Data from a different well are observed in Fig. 5, where the FO cable is terminated below the production packer which is sealing Annulus A at the bottom. This is deeper in the well compared with Fig. 4. When the pressure is reduced in Annulus A (T1), we observe a similar response as in Fig. 4  (T3), except that the pressure response stops abruptly at the depth of the production packer. Furthermore, we can observe that something cold is moving downward (T2) in the well and stops at the depth of the GLV or fluid interface (gas/water). This is water leaking from Annulus B to Annulus A, which was intensified when the pressure in Annulus A was reduced. Weak variations between blue and red slanted lines can be seen throughout these data. There is a choking operation (T3) where we can see the well warming up as more fluids are produced. Furthermore, we can see the response of bleeding off Annulus C (T4). This response is observable from the top of the well down to the depth that corresponds to the end of Annulus C. In comparison with Annulus B pressure reduction in Fig. 4, which shows a rapid cooling and then reheating, the pressure change in Annulus C appears as a rapid heat up followed by cooling. However, in a zoomed-up view (Fig. 6), it becomes clear that what appears as heating up is due to strain. There is brine in Annulus B and oil-based mud in Annulus C in these wells.

Fig. 5

Pressure manipulation in Annulus A gives an expected signal in the gas and water zones (T1). There is fiber beyond the production packer in this well, and we clearly see that the signal due to pressure changes is not present beyond the packer. Fig. 5  is different from Fig. 4  because there are cold fluids moving from the top of the well during the reduction of pressure in Annulus A. This corresponds to liquid leaking from Annulus B to Annulus A and then moving deeper in the well to the liquid level in Annulus A (T2). The leak continues in time and can be observed as slanted lines with alterations in color. A very small choking event (T3) is followed later by a pressure drop in Annulus C (T4) observed down to the base of Annulus C.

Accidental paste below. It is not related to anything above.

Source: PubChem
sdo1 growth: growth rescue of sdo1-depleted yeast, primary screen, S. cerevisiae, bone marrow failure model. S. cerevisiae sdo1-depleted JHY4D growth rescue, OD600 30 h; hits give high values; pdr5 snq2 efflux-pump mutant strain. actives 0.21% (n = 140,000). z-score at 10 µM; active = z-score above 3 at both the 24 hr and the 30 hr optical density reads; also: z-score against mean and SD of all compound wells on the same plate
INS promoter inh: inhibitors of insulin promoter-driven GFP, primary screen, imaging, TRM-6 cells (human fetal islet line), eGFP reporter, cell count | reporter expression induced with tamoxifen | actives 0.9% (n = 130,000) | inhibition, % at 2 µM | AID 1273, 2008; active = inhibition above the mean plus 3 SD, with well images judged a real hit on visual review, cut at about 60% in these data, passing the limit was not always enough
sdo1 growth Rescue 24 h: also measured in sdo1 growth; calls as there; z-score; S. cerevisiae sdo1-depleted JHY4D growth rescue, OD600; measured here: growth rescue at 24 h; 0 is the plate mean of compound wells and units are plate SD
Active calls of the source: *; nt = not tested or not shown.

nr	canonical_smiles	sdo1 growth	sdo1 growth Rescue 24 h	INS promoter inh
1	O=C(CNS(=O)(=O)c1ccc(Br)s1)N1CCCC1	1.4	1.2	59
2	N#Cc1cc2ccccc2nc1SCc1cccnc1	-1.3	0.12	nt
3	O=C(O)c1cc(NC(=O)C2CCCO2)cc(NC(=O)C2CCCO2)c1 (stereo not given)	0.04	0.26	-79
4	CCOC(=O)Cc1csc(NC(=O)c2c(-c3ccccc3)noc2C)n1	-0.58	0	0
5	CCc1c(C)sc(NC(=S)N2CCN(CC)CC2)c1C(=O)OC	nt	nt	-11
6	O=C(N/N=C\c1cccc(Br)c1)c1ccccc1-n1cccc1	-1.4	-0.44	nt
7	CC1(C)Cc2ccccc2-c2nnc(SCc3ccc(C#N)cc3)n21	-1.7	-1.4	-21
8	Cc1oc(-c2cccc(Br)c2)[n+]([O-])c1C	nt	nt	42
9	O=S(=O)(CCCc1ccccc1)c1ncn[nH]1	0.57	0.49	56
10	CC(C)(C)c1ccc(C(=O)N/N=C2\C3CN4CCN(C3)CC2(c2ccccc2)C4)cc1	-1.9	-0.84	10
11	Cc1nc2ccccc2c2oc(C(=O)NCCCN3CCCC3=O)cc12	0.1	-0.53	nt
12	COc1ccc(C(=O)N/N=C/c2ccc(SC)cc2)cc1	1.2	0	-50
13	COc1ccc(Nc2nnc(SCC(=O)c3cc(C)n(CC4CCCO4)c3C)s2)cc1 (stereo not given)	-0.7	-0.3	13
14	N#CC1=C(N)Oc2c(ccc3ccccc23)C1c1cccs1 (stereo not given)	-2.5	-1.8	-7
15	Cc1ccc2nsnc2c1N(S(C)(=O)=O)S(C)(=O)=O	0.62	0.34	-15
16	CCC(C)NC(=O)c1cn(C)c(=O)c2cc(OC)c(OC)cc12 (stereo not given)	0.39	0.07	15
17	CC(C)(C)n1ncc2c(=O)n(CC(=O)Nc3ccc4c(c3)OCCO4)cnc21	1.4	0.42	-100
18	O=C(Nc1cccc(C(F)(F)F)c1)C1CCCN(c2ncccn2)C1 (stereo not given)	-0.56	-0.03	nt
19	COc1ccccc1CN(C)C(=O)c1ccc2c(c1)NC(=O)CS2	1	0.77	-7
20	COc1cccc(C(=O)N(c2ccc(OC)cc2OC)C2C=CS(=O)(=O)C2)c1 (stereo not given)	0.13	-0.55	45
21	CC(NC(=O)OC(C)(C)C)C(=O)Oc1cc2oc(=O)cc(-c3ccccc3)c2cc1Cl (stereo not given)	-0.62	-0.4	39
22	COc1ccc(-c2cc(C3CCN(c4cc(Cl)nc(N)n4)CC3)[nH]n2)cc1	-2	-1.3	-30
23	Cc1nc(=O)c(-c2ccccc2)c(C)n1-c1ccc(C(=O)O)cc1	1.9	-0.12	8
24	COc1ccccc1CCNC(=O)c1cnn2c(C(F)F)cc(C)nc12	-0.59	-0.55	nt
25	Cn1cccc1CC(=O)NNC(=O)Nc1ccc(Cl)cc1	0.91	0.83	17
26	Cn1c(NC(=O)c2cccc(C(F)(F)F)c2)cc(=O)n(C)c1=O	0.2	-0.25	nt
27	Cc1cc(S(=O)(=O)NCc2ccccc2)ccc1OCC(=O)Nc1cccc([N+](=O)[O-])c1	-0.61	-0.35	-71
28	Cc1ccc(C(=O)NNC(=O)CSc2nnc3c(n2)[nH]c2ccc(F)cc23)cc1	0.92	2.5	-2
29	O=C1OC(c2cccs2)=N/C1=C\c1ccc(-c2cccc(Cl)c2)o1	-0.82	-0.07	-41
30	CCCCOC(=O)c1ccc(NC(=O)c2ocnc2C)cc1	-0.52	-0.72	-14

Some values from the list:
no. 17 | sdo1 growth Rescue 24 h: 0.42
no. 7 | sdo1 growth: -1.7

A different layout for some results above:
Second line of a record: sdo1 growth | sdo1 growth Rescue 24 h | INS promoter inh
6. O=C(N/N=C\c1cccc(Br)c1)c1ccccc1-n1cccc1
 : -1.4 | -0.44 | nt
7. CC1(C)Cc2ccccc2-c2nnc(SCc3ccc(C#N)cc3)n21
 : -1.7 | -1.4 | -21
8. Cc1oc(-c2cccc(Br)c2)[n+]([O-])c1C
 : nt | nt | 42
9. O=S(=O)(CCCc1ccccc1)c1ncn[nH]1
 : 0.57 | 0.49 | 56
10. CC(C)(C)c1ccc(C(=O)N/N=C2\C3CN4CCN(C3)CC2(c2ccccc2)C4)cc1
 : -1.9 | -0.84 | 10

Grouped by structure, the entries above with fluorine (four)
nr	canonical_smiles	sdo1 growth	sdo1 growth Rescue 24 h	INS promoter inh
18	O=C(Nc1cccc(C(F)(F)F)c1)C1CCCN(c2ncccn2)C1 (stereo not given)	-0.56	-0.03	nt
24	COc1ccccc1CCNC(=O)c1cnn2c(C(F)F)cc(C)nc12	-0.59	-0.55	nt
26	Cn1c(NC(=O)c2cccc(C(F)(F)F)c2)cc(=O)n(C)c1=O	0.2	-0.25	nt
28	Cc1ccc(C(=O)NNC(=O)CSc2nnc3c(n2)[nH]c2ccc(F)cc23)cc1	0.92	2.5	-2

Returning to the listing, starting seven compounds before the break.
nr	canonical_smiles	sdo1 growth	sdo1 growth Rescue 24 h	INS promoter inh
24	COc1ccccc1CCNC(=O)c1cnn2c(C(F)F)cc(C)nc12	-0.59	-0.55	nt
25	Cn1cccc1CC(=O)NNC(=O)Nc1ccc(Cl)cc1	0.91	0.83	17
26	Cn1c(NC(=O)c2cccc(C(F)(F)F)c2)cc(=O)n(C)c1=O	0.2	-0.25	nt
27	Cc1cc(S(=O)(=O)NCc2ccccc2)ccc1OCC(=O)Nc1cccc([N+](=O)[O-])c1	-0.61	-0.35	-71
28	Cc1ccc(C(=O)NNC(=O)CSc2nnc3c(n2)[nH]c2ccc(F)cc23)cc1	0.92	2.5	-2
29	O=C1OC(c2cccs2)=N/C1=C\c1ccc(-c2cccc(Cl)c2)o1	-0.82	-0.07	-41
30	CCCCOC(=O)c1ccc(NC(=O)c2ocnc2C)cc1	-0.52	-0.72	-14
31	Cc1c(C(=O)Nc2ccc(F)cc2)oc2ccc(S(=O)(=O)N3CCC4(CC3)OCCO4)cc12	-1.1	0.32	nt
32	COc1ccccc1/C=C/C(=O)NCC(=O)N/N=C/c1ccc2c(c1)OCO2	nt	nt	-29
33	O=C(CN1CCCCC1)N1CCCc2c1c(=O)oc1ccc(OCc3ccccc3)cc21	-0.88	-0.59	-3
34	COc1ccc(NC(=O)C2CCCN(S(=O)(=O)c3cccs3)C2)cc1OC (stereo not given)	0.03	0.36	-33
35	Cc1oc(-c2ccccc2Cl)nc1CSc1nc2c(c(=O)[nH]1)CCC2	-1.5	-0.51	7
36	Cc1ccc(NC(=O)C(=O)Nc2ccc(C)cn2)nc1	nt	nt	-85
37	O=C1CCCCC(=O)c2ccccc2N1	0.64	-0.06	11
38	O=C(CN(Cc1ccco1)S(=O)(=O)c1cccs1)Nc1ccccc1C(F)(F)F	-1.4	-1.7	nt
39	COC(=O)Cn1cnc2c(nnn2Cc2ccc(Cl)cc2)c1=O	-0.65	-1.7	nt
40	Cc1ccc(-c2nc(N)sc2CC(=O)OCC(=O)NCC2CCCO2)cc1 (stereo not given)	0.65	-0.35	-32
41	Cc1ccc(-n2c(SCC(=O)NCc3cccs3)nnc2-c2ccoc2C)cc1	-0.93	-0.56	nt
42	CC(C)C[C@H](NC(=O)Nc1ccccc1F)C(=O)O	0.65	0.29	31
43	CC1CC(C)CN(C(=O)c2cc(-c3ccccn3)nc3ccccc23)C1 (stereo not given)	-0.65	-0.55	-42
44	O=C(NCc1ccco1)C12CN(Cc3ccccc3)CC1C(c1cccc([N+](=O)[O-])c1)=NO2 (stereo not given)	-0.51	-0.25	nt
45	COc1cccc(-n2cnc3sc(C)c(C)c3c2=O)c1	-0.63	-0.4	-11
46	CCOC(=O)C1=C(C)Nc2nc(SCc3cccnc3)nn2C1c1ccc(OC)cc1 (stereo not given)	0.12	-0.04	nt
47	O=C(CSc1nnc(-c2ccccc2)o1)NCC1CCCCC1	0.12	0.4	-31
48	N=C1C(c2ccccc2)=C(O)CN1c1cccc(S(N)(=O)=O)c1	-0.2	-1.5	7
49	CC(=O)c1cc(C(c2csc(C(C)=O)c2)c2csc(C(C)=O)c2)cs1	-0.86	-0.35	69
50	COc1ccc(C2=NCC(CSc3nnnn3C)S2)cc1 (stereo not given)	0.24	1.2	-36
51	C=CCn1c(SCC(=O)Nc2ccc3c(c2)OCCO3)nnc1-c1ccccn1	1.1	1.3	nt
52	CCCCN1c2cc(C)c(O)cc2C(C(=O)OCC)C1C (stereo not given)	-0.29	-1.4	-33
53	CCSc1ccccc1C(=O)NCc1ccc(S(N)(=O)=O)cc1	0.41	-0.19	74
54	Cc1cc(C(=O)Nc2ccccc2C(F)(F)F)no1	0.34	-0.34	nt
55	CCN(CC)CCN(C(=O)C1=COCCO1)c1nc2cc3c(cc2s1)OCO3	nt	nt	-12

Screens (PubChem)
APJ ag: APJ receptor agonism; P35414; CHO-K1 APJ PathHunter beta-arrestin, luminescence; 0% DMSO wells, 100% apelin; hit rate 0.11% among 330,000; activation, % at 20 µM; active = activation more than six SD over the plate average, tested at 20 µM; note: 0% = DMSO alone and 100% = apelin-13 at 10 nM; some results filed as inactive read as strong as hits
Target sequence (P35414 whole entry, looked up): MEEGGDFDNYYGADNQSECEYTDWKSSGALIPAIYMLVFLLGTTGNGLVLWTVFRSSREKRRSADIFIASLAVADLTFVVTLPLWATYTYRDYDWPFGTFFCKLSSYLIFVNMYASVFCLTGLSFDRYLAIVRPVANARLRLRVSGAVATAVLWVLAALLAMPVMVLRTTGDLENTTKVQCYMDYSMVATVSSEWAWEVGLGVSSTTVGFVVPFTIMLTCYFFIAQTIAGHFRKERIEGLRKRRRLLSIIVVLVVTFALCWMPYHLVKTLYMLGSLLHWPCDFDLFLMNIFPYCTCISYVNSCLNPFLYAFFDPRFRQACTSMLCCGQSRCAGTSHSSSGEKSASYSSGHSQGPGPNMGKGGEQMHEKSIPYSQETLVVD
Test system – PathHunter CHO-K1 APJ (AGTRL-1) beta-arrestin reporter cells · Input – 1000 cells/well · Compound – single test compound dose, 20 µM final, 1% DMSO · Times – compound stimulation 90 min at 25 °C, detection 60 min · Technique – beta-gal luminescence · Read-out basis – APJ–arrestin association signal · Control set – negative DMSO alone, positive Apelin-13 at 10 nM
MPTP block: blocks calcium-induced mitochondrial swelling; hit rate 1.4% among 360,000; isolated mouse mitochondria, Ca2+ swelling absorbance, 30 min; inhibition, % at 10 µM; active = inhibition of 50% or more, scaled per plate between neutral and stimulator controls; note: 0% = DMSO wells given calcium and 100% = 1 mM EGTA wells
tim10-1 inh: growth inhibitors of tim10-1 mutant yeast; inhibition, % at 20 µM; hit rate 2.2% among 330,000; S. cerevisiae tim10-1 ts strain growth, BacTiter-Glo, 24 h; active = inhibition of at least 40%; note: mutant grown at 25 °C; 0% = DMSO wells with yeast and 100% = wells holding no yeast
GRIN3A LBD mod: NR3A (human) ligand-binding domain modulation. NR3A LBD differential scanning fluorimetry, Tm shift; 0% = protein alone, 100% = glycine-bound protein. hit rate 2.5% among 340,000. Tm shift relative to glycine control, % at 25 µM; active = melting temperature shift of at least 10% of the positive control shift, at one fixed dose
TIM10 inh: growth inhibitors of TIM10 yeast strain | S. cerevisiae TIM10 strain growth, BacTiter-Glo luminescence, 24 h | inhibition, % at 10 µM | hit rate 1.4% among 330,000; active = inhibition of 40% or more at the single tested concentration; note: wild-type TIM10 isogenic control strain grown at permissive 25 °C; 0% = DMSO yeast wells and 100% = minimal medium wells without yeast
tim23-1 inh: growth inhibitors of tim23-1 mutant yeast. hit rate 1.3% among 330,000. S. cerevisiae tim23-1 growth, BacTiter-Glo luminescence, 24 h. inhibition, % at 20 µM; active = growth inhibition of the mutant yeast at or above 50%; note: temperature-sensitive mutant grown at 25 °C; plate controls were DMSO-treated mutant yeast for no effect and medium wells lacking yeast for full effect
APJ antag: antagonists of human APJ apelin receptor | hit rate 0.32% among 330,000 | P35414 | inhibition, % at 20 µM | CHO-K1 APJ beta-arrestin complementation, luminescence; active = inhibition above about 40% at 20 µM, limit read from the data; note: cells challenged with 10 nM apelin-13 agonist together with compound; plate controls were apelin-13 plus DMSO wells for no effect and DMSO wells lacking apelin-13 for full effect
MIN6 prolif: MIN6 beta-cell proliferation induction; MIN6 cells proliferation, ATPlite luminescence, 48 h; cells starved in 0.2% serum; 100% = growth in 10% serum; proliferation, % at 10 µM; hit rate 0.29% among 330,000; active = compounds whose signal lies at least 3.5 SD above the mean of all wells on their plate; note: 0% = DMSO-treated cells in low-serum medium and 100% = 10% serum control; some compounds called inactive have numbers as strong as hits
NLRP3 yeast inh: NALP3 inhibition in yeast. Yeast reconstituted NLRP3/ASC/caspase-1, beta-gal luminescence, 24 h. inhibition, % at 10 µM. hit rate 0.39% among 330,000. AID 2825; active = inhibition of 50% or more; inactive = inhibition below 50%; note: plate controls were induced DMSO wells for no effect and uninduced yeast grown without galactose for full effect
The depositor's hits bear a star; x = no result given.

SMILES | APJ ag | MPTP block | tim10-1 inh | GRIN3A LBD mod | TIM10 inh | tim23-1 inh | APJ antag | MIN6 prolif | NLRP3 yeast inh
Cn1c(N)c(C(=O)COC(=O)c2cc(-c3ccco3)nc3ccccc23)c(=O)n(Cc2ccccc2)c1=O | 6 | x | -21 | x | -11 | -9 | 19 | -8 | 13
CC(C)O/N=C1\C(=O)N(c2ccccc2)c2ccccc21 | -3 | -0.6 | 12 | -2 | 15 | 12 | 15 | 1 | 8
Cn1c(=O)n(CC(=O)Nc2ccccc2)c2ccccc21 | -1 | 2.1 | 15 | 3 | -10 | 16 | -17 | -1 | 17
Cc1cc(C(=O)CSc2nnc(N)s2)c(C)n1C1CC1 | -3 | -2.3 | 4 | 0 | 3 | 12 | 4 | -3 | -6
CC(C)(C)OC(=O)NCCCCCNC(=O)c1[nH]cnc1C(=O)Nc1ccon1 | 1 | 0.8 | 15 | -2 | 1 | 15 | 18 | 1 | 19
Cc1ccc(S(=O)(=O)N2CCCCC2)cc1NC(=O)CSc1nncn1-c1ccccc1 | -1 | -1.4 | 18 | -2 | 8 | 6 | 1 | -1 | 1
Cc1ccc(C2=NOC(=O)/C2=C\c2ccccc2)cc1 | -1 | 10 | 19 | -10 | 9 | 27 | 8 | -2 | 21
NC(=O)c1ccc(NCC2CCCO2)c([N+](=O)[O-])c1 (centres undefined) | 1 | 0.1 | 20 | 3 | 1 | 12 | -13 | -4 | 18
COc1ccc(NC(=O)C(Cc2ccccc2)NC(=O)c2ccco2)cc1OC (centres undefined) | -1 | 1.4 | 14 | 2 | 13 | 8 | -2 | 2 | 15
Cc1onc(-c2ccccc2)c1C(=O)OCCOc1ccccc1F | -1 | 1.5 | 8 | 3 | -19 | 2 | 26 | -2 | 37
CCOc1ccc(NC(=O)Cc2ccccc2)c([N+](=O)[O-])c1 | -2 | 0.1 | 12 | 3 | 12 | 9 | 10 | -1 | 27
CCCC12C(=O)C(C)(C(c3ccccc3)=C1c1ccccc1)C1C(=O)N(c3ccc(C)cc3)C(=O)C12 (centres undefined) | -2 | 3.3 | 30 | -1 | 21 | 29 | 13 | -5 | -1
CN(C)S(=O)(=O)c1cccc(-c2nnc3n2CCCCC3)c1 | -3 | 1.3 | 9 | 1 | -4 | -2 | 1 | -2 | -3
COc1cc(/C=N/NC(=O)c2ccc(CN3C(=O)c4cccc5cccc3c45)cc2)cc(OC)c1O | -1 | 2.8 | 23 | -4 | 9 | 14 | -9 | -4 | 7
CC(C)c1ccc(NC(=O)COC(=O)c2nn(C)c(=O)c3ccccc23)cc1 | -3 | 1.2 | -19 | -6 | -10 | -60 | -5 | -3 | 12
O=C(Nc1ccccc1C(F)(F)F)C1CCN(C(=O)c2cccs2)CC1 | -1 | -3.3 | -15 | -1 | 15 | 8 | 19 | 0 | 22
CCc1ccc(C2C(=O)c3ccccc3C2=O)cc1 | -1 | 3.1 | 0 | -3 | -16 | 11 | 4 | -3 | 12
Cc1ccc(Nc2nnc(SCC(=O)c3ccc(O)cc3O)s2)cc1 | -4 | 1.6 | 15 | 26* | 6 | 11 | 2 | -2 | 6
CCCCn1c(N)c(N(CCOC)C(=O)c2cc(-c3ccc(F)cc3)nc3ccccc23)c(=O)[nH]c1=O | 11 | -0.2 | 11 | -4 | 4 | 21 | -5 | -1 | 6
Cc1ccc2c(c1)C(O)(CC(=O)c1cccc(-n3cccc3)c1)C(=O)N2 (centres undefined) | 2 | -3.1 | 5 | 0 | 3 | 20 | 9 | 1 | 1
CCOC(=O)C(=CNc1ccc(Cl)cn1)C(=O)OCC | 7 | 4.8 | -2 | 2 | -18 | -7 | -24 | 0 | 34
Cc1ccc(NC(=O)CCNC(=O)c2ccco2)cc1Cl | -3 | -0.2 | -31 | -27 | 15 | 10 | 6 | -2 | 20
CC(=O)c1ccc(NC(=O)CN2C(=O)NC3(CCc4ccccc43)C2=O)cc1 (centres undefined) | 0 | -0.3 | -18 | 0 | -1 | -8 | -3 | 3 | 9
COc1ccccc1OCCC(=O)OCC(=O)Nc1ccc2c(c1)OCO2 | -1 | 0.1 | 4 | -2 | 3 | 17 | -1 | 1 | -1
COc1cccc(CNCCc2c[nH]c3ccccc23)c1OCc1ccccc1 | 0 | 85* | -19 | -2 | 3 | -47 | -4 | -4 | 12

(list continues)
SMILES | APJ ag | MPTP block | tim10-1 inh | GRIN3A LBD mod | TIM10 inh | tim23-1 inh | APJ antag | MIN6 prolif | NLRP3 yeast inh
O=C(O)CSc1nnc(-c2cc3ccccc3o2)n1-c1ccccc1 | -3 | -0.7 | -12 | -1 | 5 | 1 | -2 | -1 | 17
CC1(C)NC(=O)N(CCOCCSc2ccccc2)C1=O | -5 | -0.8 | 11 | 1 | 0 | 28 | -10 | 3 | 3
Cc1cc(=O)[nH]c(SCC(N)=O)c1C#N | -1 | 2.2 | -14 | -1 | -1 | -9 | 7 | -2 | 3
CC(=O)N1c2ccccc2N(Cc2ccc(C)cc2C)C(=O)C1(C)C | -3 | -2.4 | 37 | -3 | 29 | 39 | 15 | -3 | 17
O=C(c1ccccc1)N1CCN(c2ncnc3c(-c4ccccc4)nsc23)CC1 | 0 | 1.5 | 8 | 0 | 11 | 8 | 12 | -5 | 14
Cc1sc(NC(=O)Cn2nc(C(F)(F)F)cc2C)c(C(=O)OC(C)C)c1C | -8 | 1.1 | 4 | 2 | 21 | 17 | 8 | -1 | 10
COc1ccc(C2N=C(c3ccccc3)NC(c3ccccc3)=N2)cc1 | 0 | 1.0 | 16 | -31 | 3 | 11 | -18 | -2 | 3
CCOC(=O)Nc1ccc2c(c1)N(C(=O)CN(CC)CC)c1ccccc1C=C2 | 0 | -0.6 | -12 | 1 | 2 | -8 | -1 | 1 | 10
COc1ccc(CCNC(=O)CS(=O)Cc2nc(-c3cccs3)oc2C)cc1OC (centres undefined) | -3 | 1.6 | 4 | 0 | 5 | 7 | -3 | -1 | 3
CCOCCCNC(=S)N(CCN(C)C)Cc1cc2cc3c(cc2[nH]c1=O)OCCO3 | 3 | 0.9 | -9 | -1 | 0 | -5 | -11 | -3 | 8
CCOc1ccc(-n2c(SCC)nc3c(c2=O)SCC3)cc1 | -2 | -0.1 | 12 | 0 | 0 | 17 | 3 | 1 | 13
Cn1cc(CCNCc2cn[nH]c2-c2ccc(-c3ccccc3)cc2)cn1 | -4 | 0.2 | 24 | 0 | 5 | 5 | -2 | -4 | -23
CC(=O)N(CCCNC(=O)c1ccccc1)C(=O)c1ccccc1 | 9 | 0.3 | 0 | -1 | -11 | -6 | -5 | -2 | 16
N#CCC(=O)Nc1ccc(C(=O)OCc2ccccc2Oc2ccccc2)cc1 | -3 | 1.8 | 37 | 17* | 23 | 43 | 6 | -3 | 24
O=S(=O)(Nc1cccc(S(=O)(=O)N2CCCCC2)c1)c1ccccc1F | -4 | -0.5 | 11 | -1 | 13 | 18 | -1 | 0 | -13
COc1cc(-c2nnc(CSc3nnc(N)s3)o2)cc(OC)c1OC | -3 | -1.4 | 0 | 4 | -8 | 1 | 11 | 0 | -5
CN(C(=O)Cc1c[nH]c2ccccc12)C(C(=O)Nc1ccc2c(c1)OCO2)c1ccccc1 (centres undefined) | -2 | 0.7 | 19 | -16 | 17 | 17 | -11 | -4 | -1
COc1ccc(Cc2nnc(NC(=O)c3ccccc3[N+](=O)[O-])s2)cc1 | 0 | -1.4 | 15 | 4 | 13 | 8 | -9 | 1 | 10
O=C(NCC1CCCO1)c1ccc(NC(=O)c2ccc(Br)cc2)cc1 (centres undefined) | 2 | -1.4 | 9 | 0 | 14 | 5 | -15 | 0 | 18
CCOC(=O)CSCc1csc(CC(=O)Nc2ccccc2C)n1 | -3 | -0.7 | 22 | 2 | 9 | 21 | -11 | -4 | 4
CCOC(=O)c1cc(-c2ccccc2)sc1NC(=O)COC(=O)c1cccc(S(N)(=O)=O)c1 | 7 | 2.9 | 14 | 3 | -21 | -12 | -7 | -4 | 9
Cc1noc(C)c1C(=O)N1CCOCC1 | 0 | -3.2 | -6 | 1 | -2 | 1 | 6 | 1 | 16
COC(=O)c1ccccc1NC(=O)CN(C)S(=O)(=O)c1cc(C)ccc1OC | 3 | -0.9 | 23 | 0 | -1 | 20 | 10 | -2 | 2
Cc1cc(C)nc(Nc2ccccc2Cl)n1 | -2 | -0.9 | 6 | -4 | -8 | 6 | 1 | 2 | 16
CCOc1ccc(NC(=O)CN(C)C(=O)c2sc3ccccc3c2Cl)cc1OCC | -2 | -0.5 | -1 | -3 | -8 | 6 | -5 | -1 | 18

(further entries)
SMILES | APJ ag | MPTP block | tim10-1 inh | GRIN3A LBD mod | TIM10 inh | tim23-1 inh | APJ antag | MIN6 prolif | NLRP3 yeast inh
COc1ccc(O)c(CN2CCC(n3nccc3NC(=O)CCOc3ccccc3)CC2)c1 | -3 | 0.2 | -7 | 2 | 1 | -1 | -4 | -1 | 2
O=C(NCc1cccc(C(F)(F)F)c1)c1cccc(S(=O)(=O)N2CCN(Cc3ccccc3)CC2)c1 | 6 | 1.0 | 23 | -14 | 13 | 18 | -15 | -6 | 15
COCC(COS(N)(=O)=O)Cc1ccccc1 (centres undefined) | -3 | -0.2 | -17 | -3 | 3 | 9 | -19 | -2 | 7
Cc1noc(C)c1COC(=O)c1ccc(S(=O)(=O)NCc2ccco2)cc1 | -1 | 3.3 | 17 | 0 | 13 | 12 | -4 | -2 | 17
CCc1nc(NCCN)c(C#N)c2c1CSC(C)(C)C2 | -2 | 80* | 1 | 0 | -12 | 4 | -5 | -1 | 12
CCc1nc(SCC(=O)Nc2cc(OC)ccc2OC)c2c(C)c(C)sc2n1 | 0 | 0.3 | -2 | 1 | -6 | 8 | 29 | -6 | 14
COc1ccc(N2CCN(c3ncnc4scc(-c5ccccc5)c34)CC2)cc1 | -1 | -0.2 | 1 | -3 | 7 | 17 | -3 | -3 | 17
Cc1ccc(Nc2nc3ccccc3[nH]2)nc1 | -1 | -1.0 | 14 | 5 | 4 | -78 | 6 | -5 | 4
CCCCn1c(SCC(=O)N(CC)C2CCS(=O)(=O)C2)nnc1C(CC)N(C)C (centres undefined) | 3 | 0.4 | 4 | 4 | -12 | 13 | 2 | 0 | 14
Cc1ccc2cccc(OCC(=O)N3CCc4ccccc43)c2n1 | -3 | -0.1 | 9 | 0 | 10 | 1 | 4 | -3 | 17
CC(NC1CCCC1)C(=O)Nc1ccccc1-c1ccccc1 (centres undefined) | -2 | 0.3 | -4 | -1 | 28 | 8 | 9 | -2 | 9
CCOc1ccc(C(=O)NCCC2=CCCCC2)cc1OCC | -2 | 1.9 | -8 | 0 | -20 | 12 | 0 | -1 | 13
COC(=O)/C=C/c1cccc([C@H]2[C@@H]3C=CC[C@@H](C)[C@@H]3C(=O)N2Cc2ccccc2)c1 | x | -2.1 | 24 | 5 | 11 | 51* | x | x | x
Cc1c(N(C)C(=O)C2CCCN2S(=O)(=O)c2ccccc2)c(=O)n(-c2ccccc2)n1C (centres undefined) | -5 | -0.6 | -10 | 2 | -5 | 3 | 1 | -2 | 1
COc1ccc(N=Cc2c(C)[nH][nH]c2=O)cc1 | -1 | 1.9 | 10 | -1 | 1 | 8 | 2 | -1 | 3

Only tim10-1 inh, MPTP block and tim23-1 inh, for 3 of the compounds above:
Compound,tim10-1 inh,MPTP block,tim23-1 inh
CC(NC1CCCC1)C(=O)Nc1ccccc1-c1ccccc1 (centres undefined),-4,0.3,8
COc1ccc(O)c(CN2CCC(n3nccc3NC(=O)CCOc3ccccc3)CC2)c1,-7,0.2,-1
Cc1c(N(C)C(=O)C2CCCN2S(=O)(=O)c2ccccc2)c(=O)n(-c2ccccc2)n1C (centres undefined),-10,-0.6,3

Fig. 5

Pressure manipulation in Annulus A gives an expected signal in the gas and water zones (T1). There is fiber beyond the production packer in this well, and we clearly see that the signal due to pressure changes is not present beyond the packer. Fig. 5  is different from Fig. 4  because there are cold fluids moving from the top of the well during the reduction of pressure in Annulus A. This corresponds to liquid leaking from Annulus B to Annulus A and then moving deeper in the well to the liquid level in Annulus A (T2). The leak continues in time and can be observed as slanted lines with alterations in color. A very small choking event (T3) is followed later by a pressure drop in Annulus C (T4) observed down to the base of Annulus C.

Close modal
Fig. 6

Pressure reduction in Annulus C. The left-hand side image corresponds to the data between the vertical dashed lines in Fig. 5  and shows a high-amplitude red event (T4,1), which starts in the middle of the pressure reduction. This red event is followed by a blue signal (T4,2) which can be observed (through noise) from the top of the well to the depth of the casing shoe. The right-hand side image corresponds to the data between the dashed vertical lines in left-hand side image. Several high-amplitude events can be observed during the pressure reduction, and on this scale, it is clear that the high-amplitude red event (T4,1) is not continuous over the length corresponding to Annulus C as would be expected from a pressure-induced temperature change and is interpreted to be due to strain.